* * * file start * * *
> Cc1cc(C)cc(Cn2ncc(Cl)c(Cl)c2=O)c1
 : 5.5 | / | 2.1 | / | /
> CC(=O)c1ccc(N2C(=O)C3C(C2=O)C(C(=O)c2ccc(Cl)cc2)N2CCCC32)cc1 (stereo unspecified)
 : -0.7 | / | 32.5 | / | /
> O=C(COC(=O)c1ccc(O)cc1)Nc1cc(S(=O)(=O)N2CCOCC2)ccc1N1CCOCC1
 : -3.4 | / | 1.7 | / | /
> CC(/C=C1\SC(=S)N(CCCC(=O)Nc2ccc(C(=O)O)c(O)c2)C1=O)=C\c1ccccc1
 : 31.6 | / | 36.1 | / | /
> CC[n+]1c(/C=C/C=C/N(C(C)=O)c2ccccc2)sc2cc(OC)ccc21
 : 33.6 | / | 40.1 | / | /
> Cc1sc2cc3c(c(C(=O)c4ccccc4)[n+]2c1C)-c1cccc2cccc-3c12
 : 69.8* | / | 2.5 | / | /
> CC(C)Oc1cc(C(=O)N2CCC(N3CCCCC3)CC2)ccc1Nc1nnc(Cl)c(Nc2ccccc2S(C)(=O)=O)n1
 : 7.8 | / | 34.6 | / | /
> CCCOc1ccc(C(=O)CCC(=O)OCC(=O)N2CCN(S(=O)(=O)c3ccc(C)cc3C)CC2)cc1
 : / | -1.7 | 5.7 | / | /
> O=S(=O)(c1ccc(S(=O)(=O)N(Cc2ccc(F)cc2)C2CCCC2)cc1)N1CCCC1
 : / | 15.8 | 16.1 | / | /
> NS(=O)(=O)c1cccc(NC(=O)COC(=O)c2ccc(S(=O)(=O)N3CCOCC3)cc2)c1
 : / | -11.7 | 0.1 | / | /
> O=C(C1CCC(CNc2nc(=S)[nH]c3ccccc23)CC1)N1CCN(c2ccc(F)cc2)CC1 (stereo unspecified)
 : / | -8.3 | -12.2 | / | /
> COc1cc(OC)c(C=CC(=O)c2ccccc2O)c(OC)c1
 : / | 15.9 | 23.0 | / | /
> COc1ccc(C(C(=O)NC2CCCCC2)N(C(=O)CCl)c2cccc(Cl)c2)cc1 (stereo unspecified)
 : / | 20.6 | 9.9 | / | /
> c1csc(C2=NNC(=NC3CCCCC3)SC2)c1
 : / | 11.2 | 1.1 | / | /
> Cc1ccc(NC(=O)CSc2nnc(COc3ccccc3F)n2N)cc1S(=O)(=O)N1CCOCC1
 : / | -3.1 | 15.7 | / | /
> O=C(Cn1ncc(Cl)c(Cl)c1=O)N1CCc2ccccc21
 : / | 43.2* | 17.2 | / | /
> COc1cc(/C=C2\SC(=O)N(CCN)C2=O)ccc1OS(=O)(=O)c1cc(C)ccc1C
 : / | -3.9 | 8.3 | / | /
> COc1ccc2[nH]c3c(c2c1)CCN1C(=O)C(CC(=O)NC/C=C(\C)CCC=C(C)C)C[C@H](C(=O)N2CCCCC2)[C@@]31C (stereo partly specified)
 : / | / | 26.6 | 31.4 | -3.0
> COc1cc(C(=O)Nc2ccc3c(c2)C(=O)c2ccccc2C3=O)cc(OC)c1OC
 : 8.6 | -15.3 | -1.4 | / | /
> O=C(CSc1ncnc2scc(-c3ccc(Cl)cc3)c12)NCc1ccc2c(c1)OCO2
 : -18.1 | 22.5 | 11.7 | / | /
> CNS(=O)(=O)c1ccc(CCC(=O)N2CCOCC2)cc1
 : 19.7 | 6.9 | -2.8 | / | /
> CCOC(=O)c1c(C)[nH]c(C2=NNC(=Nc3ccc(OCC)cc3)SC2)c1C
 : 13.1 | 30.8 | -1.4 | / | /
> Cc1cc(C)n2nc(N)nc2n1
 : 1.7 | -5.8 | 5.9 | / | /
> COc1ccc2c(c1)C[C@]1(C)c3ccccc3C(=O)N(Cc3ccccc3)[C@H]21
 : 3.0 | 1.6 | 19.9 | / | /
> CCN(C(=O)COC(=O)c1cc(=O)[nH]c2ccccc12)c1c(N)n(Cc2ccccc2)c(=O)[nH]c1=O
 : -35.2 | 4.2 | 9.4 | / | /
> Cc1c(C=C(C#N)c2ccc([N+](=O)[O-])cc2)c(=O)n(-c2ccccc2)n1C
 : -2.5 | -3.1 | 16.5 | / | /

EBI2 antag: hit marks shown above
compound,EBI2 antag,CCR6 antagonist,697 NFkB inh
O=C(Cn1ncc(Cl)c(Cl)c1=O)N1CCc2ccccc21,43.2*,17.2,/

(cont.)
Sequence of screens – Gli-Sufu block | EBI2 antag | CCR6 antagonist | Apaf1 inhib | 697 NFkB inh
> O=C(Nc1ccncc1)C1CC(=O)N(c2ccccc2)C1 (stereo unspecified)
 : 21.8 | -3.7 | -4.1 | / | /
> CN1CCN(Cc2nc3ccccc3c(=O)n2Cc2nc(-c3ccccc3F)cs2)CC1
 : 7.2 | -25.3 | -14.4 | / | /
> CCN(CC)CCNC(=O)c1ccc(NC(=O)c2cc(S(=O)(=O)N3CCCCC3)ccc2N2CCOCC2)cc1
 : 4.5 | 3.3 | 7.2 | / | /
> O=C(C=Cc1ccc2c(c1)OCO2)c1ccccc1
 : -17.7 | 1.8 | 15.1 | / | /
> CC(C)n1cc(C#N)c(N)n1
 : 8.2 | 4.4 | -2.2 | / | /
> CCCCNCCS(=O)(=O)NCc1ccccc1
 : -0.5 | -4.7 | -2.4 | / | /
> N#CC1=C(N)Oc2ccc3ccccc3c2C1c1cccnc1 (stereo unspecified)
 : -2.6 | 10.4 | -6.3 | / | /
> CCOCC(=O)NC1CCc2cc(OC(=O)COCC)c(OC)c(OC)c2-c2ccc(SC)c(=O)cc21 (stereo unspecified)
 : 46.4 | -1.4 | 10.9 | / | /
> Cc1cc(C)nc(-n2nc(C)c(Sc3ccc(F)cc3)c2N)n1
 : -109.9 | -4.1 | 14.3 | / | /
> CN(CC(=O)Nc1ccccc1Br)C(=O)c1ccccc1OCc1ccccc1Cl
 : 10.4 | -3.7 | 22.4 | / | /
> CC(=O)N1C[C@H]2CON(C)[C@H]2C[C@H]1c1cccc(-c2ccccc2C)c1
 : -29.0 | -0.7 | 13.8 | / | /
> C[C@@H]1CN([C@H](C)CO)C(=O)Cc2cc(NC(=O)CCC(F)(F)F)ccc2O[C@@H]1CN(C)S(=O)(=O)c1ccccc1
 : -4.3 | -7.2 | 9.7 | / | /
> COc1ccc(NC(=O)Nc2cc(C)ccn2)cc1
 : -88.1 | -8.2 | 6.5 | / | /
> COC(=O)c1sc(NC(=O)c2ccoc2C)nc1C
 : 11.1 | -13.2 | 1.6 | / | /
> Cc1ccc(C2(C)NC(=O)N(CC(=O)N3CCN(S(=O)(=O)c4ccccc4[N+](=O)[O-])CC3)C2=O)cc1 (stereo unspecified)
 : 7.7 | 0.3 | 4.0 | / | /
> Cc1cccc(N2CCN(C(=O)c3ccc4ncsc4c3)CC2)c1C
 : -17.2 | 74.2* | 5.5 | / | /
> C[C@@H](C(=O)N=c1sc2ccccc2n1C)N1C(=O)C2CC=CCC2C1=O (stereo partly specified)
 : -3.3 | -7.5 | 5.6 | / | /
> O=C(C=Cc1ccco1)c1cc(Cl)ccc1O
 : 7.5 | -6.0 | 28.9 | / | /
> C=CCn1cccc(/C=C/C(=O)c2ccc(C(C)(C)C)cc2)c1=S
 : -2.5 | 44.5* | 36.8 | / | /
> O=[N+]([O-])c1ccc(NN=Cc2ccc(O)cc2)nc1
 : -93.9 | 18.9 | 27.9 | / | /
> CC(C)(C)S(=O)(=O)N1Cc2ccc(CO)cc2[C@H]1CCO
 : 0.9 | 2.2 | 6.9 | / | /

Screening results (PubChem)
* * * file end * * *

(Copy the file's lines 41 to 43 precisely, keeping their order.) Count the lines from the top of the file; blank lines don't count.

> CNS(=O)(=O)c1ccc(CCC(=O)N2CCOCC2)cc1
 : 19.7 | 6.9 | -2.8 | / | /
> CCOC(=O)c1c(C)[nH]c(C2=NNC(=Nc3ccc(OCC)cc3)SC2)c1C